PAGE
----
(505) 466-4248 gm@eldoradosf.org

Frequently Asked Questions about the Eldorado Community

What are the “night sky” regulations in our community?

The same as Santa Fe County, and that is to have 60 watts or less with the light fixture directed downward.

When does the pool open?

The pool opens May 28th this year.

What do I do about noisy neighbors?

Politely call the neighbors and ask them to be more quiet. If that does not work, call the Santa Fe County Sheriff’s non-emergency number at 505-438-3720.

Who takes care of the roads and street signs?

Santa Fe County Public Works department. 505-992-3010.

What do I do if I want to build onto, make significant repairs, build walls or fences, paint or change the exterior of my house or lot?

You must submit a set of plans, showing where the repairs will be on your lot, and describing the materials and colors you will be using. You should familiarize yourself with our Governing Documents, like our Covenants and Guidelines before planning anything above ground.

Who do I call concerning problem pets in my neighborhood?

,We recommend you call the pet owner and talk to them first. Most animal owners are not aware that their animals are bothering others. If that doesn’t work, call Santa Fe Animal Control at 505-992-1621. You can also contact Mark, the Covenant Compliance Representative and ask him if this is something he is already working on or a new problem. He will determine if it warrants a letter.

Questions about the Management of our Association

What is an Assessment?

Homeowner associations can compel homeowners to pay a share of common expenses, usually per-unit or based on square footage. These expenses generally arise from common property, which varies dramatically depending on the type of association. Some associations are quite literally towns, complete with private roads, services, utilities, amenities, community buildings, pools, and even schools. Many condominium associations consider the roofs and exteriors of the structures the responsibility of the association. Other associations have no common property, but may charge for services or other matters. 

Are 'Dues' different than 'Assessments?'

A predetermined set of fees usually referred to as ‘Dues’ are collected by HOAs, Community Associations, or divisions of property management for the upkeep of said organizations or neighborhoods in general. These fees are billed at intervals, sometimes by month, quarter, or annually. 

What is a Homeowners Association (HOA)?

A Homeowners’ Association (HOA) is a legal entity created by a real estate developer for the purpose of developing, managing, and selling a community of homes. It is given the authority to enforce the covenants, conditions & restrictions (CC&Rs), and to manage the common amenities of the development. It allows a developer to end their responsibility over the community, typically by transferring ownership of the association to the homeowners after selling. Generally accepted as a voluntary association of homeowners gathered together to protect their property values and to improve the neighborhood, a large percentage of U.S neighborhoods where free standing homes exist have an HOA. Most homeowners’ associations are non-profit organizations and are subject to state statutes that govern non-profit corporations and homeowners’ associations.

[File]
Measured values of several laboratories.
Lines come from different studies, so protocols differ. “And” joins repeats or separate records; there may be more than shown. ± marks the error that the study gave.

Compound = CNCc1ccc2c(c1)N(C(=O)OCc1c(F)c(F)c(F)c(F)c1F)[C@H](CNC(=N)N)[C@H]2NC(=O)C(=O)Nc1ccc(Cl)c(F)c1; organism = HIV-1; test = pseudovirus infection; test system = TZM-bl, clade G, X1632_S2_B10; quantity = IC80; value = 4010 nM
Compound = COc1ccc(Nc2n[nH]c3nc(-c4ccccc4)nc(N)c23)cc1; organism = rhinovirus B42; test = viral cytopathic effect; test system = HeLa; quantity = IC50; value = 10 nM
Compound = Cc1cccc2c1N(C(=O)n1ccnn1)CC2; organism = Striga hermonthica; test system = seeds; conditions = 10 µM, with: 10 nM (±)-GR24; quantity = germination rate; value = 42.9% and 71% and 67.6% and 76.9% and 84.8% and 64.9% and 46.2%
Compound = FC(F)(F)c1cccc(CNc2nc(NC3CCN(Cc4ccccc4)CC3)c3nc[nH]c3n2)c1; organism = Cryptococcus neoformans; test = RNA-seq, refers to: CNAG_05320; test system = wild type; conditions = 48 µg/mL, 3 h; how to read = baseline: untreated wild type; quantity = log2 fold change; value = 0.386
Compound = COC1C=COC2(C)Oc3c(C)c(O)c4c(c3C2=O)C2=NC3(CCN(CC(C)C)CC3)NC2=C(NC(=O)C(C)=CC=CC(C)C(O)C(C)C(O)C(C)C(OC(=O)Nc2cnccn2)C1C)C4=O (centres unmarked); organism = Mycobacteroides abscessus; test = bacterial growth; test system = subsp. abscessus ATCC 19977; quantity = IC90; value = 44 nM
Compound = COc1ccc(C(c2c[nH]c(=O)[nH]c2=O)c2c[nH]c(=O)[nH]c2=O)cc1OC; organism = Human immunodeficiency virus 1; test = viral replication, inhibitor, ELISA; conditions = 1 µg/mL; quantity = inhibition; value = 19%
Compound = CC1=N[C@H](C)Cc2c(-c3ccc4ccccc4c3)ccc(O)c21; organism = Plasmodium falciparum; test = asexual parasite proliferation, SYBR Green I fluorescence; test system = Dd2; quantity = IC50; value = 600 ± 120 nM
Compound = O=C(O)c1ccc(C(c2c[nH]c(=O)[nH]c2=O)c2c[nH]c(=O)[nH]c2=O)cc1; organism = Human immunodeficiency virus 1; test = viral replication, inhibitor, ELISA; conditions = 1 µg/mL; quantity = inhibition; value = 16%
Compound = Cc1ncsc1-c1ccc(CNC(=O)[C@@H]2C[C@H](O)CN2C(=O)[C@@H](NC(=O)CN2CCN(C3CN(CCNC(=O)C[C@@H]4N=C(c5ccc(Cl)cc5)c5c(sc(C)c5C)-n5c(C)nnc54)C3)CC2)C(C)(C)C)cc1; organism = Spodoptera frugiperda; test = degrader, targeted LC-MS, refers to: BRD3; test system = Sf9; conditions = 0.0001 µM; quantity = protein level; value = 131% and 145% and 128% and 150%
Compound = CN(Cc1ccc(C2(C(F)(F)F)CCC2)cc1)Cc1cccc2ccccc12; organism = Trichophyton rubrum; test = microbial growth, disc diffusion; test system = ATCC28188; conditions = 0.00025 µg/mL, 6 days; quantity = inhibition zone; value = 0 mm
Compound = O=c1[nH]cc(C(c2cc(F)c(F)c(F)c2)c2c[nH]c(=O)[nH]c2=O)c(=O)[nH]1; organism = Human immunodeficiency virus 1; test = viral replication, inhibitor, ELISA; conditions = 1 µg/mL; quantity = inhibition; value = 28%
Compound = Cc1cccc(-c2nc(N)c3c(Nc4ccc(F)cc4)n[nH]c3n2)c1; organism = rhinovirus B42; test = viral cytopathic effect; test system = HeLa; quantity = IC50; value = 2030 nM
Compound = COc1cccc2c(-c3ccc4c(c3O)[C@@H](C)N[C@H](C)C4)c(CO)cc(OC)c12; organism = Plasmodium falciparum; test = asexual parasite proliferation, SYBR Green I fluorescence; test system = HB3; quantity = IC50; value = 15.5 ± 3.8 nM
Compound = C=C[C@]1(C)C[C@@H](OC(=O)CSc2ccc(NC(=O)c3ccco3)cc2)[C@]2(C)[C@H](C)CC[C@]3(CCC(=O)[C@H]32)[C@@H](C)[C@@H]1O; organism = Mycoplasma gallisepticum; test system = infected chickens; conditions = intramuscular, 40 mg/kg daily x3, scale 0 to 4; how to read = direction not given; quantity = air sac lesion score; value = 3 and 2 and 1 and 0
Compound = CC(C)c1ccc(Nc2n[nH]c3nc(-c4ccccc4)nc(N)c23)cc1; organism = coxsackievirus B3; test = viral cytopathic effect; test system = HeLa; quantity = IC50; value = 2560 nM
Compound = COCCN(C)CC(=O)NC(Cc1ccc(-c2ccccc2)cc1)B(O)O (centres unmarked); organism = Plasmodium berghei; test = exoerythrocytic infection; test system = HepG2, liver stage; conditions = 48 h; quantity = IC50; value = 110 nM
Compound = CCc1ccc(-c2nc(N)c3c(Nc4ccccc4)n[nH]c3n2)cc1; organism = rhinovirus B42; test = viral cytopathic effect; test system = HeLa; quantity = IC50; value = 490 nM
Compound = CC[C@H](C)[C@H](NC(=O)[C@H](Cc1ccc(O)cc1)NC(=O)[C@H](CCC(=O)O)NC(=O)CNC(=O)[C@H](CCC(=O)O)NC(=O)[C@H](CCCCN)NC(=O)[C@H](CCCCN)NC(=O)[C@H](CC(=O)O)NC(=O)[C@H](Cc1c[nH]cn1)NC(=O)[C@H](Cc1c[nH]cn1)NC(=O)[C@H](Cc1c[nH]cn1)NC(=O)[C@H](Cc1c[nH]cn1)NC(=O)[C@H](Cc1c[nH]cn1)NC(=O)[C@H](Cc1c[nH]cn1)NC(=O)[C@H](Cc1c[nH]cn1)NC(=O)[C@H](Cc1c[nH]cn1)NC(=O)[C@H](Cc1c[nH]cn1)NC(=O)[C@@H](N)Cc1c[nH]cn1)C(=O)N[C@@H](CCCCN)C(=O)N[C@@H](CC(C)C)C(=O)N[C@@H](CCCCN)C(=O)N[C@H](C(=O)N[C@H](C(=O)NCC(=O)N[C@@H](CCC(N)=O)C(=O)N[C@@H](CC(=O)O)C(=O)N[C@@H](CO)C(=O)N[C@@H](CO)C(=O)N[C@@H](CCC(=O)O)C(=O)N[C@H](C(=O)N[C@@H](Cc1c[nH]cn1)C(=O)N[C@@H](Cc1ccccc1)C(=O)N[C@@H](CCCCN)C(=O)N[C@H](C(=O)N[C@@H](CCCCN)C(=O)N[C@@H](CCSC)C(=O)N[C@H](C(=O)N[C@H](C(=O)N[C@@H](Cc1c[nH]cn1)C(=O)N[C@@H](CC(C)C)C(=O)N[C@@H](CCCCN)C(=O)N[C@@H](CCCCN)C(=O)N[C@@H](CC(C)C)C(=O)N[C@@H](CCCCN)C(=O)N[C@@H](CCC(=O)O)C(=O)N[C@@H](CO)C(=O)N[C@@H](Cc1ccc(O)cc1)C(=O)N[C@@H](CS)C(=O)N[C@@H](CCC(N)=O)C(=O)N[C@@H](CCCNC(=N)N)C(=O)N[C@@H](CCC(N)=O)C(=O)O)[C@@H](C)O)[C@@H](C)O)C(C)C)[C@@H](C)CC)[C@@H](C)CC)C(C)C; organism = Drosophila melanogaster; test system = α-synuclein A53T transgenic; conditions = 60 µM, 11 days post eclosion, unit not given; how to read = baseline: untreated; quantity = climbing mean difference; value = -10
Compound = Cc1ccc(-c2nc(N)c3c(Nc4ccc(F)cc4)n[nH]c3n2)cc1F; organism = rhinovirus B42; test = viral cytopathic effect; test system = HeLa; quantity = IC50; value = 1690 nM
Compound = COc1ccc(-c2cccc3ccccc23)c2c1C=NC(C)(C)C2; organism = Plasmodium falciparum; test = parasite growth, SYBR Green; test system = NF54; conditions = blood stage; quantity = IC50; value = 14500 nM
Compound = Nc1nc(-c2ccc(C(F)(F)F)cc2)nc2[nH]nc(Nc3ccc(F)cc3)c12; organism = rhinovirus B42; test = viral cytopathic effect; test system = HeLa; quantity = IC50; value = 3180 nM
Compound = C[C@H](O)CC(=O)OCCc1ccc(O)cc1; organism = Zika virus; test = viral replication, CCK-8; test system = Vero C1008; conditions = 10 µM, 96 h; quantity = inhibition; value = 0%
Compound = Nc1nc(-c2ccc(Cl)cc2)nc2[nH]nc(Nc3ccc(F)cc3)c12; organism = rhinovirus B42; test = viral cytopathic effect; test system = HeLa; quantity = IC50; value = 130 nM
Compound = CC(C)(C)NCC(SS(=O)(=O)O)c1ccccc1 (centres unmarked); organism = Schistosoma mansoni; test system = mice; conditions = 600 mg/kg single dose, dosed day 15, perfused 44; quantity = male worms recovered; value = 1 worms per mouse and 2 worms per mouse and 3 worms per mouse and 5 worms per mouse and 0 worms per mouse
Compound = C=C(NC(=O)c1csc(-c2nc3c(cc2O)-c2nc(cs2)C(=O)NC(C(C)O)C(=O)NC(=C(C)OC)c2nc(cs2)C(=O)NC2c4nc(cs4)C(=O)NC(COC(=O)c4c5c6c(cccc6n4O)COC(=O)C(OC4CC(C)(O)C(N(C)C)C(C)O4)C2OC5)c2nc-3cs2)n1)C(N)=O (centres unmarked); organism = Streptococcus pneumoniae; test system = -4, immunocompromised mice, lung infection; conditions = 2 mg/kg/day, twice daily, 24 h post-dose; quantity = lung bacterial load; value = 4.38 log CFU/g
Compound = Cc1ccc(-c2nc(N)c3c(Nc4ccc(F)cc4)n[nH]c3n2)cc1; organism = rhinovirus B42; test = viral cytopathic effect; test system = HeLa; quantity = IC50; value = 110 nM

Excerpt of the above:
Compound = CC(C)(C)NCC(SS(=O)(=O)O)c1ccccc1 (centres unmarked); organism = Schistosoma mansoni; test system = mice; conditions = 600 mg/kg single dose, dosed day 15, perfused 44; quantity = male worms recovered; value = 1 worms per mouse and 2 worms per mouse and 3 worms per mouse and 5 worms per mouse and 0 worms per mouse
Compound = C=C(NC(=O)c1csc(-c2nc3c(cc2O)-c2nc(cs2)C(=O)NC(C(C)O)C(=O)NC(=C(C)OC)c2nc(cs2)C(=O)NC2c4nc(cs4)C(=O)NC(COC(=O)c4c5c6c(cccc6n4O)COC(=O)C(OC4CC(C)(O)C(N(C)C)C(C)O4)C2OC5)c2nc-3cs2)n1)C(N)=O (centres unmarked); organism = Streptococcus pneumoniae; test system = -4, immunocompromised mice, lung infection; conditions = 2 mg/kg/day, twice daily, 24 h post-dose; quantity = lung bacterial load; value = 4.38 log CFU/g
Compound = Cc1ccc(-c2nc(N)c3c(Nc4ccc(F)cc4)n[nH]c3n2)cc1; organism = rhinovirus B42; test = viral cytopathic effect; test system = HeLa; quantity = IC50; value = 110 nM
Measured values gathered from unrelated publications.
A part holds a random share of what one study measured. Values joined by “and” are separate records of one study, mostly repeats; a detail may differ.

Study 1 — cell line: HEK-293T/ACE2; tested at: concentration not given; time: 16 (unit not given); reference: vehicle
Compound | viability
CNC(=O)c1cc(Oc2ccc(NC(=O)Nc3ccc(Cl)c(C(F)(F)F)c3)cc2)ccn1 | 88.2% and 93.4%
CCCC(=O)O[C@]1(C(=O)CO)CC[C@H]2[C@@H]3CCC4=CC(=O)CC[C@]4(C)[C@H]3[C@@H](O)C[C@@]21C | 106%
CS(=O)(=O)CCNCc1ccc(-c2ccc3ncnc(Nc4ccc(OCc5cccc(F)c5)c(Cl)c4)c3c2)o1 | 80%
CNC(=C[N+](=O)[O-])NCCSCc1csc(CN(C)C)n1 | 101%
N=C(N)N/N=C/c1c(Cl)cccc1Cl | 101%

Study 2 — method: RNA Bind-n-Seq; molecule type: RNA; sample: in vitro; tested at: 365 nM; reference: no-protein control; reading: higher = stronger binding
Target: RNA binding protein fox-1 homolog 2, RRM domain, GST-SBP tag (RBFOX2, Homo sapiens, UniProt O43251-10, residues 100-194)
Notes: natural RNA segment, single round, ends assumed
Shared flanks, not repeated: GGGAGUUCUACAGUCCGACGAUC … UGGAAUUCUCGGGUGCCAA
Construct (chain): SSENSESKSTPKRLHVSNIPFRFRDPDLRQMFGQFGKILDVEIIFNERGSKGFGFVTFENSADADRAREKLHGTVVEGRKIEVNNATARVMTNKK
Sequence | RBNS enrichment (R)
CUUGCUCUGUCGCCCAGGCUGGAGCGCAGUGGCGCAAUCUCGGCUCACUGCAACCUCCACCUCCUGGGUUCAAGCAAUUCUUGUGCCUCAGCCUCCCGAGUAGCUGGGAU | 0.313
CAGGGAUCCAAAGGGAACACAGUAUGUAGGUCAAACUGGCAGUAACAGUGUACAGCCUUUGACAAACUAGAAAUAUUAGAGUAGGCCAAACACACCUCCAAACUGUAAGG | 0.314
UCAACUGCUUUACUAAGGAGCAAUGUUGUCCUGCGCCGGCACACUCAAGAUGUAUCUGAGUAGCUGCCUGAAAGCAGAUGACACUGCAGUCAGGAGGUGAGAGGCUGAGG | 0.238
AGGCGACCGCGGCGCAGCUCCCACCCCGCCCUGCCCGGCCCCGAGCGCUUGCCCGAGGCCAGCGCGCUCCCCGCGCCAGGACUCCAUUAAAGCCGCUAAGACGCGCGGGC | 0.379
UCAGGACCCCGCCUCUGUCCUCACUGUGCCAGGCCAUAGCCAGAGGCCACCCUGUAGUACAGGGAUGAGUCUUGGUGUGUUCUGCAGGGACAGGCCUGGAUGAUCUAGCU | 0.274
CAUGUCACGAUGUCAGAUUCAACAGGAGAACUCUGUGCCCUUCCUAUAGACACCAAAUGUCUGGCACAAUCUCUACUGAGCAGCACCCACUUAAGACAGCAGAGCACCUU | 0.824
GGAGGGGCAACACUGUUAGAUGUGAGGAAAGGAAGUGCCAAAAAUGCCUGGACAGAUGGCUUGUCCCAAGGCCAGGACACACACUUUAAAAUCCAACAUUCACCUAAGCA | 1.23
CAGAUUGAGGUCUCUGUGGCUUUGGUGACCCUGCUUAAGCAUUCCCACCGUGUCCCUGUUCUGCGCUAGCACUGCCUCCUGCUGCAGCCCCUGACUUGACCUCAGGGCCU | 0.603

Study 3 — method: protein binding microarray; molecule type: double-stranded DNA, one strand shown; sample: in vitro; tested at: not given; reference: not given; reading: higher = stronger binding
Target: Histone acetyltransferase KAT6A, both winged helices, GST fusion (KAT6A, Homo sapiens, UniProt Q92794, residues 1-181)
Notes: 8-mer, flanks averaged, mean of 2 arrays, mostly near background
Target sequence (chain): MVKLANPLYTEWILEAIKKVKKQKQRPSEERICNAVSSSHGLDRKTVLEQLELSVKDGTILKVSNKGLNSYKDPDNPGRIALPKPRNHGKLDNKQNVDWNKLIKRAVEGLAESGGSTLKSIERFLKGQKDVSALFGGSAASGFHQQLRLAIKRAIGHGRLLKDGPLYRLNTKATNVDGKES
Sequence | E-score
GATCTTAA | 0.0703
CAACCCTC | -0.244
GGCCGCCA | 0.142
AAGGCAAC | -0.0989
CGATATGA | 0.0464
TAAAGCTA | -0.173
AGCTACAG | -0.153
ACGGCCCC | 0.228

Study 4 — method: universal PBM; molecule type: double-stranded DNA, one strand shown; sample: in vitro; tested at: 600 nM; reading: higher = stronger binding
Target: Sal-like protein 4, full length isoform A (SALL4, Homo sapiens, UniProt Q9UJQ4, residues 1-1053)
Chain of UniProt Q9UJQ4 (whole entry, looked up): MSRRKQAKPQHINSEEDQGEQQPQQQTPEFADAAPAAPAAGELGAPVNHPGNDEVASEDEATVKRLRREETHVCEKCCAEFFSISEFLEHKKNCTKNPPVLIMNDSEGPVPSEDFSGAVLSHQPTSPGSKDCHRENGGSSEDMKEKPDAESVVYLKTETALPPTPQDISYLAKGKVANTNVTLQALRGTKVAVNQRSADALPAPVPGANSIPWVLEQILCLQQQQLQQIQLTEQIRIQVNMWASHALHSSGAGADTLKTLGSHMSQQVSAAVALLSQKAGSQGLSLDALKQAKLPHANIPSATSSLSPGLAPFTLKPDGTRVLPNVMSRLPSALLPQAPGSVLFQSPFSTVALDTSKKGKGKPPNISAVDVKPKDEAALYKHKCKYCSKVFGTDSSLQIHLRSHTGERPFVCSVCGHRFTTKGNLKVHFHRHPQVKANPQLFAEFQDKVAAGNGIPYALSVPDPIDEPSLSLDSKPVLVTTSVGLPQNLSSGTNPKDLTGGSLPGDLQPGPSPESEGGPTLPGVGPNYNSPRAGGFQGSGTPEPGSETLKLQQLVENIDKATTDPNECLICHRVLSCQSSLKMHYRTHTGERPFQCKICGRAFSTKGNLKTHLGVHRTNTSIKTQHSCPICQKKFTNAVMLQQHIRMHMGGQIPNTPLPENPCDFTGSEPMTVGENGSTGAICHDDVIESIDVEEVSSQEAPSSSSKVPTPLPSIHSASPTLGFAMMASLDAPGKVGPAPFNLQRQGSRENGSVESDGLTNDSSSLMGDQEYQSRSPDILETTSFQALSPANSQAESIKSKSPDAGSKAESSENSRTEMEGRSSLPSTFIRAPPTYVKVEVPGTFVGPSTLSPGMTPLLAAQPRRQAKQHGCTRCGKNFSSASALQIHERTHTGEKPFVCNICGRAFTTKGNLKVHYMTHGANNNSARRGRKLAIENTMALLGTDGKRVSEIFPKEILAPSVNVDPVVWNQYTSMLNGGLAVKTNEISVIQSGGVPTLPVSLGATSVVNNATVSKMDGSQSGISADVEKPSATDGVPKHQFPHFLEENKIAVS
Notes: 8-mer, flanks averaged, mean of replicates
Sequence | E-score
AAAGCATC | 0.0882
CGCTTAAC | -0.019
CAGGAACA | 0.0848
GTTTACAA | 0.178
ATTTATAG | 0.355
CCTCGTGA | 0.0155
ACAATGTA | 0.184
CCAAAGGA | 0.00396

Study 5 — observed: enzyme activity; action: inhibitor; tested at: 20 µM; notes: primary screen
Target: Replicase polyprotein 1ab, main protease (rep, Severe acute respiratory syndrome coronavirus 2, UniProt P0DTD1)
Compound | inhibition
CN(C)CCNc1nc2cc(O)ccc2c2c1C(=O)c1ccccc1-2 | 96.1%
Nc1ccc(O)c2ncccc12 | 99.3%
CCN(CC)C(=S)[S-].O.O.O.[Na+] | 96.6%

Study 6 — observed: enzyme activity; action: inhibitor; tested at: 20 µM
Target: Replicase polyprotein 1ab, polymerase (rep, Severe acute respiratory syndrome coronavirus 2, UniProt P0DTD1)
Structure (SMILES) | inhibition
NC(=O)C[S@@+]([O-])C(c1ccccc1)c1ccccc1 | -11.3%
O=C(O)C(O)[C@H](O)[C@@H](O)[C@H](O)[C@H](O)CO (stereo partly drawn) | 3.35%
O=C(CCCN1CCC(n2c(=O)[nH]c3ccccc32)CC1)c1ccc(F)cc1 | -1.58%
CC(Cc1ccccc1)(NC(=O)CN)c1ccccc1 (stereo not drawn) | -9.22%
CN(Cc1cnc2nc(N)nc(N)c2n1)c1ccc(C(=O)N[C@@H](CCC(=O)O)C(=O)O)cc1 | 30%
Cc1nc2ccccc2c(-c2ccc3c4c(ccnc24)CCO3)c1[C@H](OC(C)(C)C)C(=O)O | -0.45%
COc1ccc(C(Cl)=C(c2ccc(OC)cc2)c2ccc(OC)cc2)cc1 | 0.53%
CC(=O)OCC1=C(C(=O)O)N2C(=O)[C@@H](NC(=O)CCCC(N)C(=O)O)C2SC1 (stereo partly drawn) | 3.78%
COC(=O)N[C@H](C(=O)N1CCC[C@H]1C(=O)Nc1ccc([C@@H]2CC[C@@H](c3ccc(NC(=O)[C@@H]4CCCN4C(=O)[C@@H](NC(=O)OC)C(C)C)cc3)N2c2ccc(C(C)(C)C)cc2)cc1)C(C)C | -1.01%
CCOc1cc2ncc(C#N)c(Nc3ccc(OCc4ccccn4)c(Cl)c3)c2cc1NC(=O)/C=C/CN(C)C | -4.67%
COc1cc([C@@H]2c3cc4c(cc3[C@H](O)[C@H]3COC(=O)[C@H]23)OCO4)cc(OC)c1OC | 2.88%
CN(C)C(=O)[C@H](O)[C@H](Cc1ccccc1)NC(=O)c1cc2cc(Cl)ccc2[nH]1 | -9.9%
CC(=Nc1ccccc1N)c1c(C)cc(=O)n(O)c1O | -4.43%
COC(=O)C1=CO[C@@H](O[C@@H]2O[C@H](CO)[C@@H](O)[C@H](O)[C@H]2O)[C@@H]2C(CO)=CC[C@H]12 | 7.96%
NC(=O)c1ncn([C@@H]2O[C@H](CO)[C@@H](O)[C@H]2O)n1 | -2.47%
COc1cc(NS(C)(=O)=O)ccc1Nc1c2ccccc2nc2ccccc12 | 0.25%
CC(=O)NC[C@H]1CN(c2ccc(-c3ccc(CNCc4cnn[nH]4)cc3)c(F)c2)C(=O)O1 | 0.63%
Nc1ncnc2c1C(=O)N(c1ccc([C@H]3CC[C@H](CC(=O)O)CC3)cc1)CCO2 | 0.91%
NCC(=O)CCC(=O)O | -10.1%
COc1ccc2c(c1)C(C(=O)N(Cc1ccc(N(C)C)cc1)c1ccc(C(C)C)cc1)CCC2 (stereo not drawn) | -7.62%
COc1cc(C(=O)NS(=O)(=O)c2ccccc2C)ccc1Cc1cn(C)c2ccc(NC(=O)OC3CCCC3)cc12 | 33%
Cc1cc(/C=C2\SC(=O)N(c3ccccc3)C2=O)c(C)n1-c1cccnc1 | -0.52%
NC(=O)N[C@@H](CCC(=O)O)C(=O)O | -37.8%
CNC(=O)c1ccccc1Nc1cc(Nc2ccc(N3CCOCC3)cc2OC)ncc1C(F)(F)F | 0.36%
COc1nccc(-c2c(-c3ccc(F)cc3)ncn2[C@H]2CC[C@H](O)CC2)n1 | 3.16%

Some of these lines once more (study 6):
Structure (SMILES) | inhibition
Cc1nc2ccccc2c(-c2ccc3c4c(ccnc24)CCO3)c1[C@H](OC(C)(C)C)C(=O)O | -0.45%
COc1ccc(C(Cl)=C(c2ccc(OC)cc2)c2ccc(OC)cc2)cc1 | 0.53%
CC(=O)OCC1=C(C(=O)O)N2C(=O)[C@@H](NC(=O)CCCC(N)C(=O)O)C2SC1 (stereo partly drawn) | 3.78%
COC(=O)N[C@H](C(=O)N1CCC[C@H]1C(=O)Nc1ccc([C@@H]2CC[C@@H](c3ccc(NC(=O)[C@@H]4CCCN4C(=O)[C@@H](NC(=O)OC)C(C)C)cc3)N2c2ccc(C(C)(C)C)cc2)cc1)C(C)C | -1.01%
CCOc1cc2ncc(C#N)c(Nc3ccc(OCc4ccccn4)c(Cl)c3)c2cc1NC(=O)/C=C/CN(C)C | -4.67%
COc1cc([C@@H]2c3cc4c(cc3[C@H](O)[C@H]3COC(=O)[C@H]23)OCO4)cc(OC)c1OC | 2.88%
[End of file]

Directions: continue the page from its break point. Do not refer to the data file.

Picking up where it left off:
What is a Community Association?

A community association is a nongovernmental association of participating members of a community, such as a neighborhood, village, condominium, cooperative, or group of homeowners or property owners in a delineated geographic area. Participation may be voluntary, require a specific residency, or require participation in an intentional community. Community associations may serve as social clubs, community promotional groups, service organizations, or quasi-governmental groups.

What is a Neighborhood Association?

A Neighborhood Association (NA) is a group of residents or property owners who advocate for or organize activities within a neighborhood. An association may have elected leaders and voluntary dues. Some neighborhood associations in the United States are incorporated and may be recognized by the Internal Revenue Service. 

What is the difference between a Homeowners Association and a Neighborhood Association?

The term neighborhood association is sometimes incorrectly used instead of homeowners association (HOA). Some key differences include:

1. HOA membership is mandatory generally through rules tied to the ownership of property like deed restrictions. Neighborhood association membership is voluntary or informal.

2. HOAs often own and maintain common property, such as recreational facilities, parks, and roads, whereas neighborhood associations are focused on general advocacy and community events.